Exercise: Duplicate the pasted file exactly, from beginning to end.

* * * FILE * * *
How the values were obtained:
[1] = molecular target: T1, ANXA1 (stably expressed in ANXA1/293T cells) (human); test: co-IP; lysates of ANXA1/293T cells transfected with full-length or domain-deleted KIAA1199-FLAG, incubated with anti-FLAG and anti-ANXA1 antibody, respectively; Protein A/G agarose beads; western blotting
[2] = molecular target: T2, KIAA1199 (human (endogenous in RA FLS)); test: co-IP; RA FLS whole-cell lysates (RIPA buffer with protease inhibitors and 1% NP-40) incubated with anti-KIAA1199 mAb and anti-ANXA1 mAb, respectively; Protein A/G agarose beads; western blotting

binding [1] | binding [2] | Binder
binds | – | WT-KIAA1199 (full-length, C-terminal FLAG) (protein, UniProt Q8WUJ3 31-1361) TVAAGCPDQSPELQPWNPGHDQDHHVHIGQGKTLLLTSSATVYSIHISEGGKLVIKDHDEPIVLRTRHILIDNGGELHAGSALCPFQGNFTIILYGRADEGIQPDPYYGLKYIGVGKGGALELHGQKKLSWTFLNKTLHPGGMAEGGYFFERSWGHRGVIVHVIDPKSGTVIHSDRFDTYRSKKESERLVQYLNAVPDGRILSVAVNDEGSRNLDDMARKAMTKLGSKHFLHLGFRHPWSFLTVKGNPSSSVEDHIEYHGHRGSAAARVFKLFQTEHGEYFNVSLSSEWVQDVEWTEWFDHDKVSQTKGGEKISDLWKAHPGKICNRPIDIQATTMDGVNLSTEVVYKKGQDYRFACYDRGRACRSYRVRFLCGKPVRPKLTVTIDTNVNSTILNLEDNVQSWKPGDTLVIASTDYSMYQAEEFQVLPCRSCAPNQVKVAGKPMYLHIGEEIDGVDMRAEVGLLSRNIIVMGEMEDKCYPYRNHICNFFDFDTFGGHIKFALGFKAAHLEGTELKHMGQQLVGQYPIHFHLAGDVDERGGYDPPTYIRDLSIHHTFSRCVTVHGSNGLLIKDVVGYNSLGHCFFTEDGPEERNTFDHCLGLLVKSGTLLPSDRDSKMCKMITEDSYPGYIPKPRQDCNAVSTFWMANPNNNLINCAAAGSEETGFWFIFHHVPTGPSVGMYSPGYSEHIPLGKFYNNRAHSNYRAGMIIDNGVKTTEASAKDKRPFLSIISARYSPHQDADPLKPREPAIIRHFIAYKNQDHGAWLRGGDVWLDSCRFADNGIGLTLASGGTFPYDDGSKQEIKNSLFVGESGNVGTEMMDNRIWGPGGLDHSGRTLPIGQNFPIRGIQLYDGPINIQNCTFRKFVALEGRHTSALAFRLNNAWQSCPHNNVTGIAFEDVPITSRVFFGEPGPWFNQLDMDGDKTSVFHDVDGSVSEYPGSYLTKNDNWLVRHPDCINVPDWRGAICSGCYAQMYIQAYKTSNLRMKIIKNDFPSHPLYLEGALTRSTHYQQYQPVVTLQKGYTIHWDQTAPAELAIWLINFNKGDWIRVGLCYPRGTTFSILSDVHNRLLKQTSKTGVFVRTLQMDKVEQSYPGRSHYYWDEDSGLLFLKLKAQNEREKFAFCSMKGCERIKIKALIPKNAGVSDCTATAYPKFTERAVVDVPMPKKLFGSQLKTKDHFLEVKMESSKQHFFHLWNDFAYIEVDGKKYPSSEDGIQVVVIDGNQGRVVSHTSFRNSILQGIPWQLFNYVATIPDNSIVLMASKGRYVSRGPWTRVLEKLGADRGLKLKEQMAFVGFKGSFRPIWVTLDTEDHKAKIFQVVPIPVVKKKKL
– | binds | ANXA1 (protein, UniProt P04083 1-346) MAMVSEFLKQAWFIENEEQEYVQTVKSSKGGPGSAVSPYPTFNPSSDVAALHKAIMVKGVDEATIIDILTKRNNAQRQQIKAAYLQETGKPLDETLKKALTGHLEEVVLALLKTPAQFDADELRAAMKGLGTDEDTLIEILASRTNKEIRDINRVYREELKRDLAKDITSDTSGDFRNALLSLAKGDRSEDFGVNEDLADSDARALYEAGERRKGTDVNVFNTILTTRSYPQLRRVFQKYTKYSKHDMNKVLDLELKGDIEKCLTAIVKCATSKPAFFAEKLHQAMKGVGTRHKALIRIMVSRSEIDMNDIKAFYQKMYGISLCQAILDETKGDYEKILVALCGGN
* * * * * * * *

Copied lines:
How the values were obtained:
[1] = molecular target: T1, ANXA1 (stably expressed in ANXA1/293T cells) (human); test: co-IP; lysates of ANXA1/293T cells transfected with full-length or domain-deleted KIAA1199-FLAG, incubated with anti-FLAG and anti-ANXA1 antibody, respectively; Protein A/G agarose beads; western blotting
[2] = molecular target: T2, KIAA1199 (human (endogenous in RA FLS)); test: co-IP; RA FLS whole-cell lysates (RIPA buffer with protease inhibitors and 1% NP-40) incubated with anti-KIAA1199 mAb and anti-ANXA1 mAb, respectively; Protein A/G agarose beads; western blotting

binding [1] | binding [2] | Binder
binds | – | WT-KIAA1199 (full-length, C-terminal FLAG) (protein, UniProt Q8WUJ3 31-1361) TVAAGCPDQSPELQPWNPGHDQDHHVHIGQGKTLLLTSSATVYSIHISEGGKLVIKDHDEPIVLRTRHILIDNGGELHAGSALCPFQGNFTIILYGRADEGIQPDPYYGLKYIGVGKGGALELHGQKKLSWTFLNKTLHPGGMAEGGYFFERSWGHRGVIVHVIDPKSGTVIHSDRFDTYRSKKESERLVQYLNAVPDGRILSVAVNDEGSRNLDDMARKAMTKLGSKHFLHLGFRHPWSFLTVKGNPSSSVEDHIEYHGHRGSAAARVFKLFQTEHGEYFNVSLSSEWVQDVEWTEWFDHDKVSQTKGGEKISDLWKAHPGKICNRPIDIQATTMDGVNLSTEVVYKKGQDYRFACYDRGRACRSYRVRFLCGKPVRPKLTVTIDTNVNSTILNLEDNVQSWKPGDTLVIASTDYSMYQAEEFQVLPCRSCAPNQVKVAGKPMYLHIGEEIDGVDMRAEVGLLSRNIIVMGEMEDKCYPYRNHICNFFDFDTFGGHIKFALGFKAAHLEGTELKHMGQQLVGQYPIHFHLAGDVDERGGYDPPTYIRDLSIHHTFSRCVTVHGSNGLLIKDVVGYNSLGHCFFTEDGPEERNTFDHCLGLLVKSGTLLPSDRDSKMCKMITEDSYPGYIPKPRQDCNAVSTFWMANPNNNLINCAAAGSEETGFWFIFHHVPTGPSVGMYSPGYSEHIPLGKFYNNRAHSNYRAGMIIDNGVKTTEASAKDKRPFLSIISARYSPHQDADPLKPREPAIIRHFIAYKNQDHGAWLRGGDVWLDSCRFADNGIGLTLASGGTFPYDDGSKQEIKNSLFVGESGNVGTEMMDNRIWGPGGLDHSGRTLPIGQNFPIRGIQLYDGPINIQNCTFRKFVALEGRHTSALAFRLNNAWQSCPHNNVTGIAFEDVPITSRVFFGEPGPWFNQLDMDGDKTSVFHDVDGSVSEYPGSYLTKNDNWLVRHPDCINVPDWRGAICSGCYAQMYIQAYKTSNLRMKIIKNDFPSHPLYLEGALTRSTHYQQYQPVVTLQKGYTIHWDQTAPAELAIWLINFNKGDWIRVGLCYPRGTTFSILSDVHNRLLKQTSKTGVFVRTLQMDKVEQSYPGRSHYYWDEDSGLLFLKLKAQNEREKFAFCSMKGCERIKIKALIPKNAGVSDCTATAYPKFTERAVVDVPMPKKLFGSQLKTKDHFLEVKMESSKQHFFHLWNDFAYIEVDGKKYPSSEDGIQVVVIDGNQGRVVSHTSFRNSILQGIPWQLFNYVATIPDNSIVLMASKGRYVSRGPWTRVLEKLGADRGLKLKEQMAFVGFKGSFRPIWVTLDTEDHKAKIFQVVPIPVVKKKKL
– | binds | ANXA1 (protein, UniProt P04083 1-346) MAMVSEFLKQAWFIENEEQEYVQTVKSSKGGPGSAVSPYPTFNPSSDVAALHKAIMVKGVDEATIIDILTKRNNAQRQQIKAAYLQETGKPLDETLKKALTGHLEEVVLALLKTPAQFDADELRAAMKGLGTDEDTLIEILASRTNKEIRDINRVYREELKRDLAKDITSDTSGDFRNALLSLAKGDRSEDFGVNEDLADSDARALYEAGERRKGTDVNVFNTILTTRSYPQLRRVFQKYTKYSKHDMNKVLDLELKGDIEKCLTAIVKCATSKPAFFAEKLHQAMKGVGTRHKALIRIMVSRSEIDMNDIKAFYQKMYGISLCQAILDETKGDYEKILVALCGGN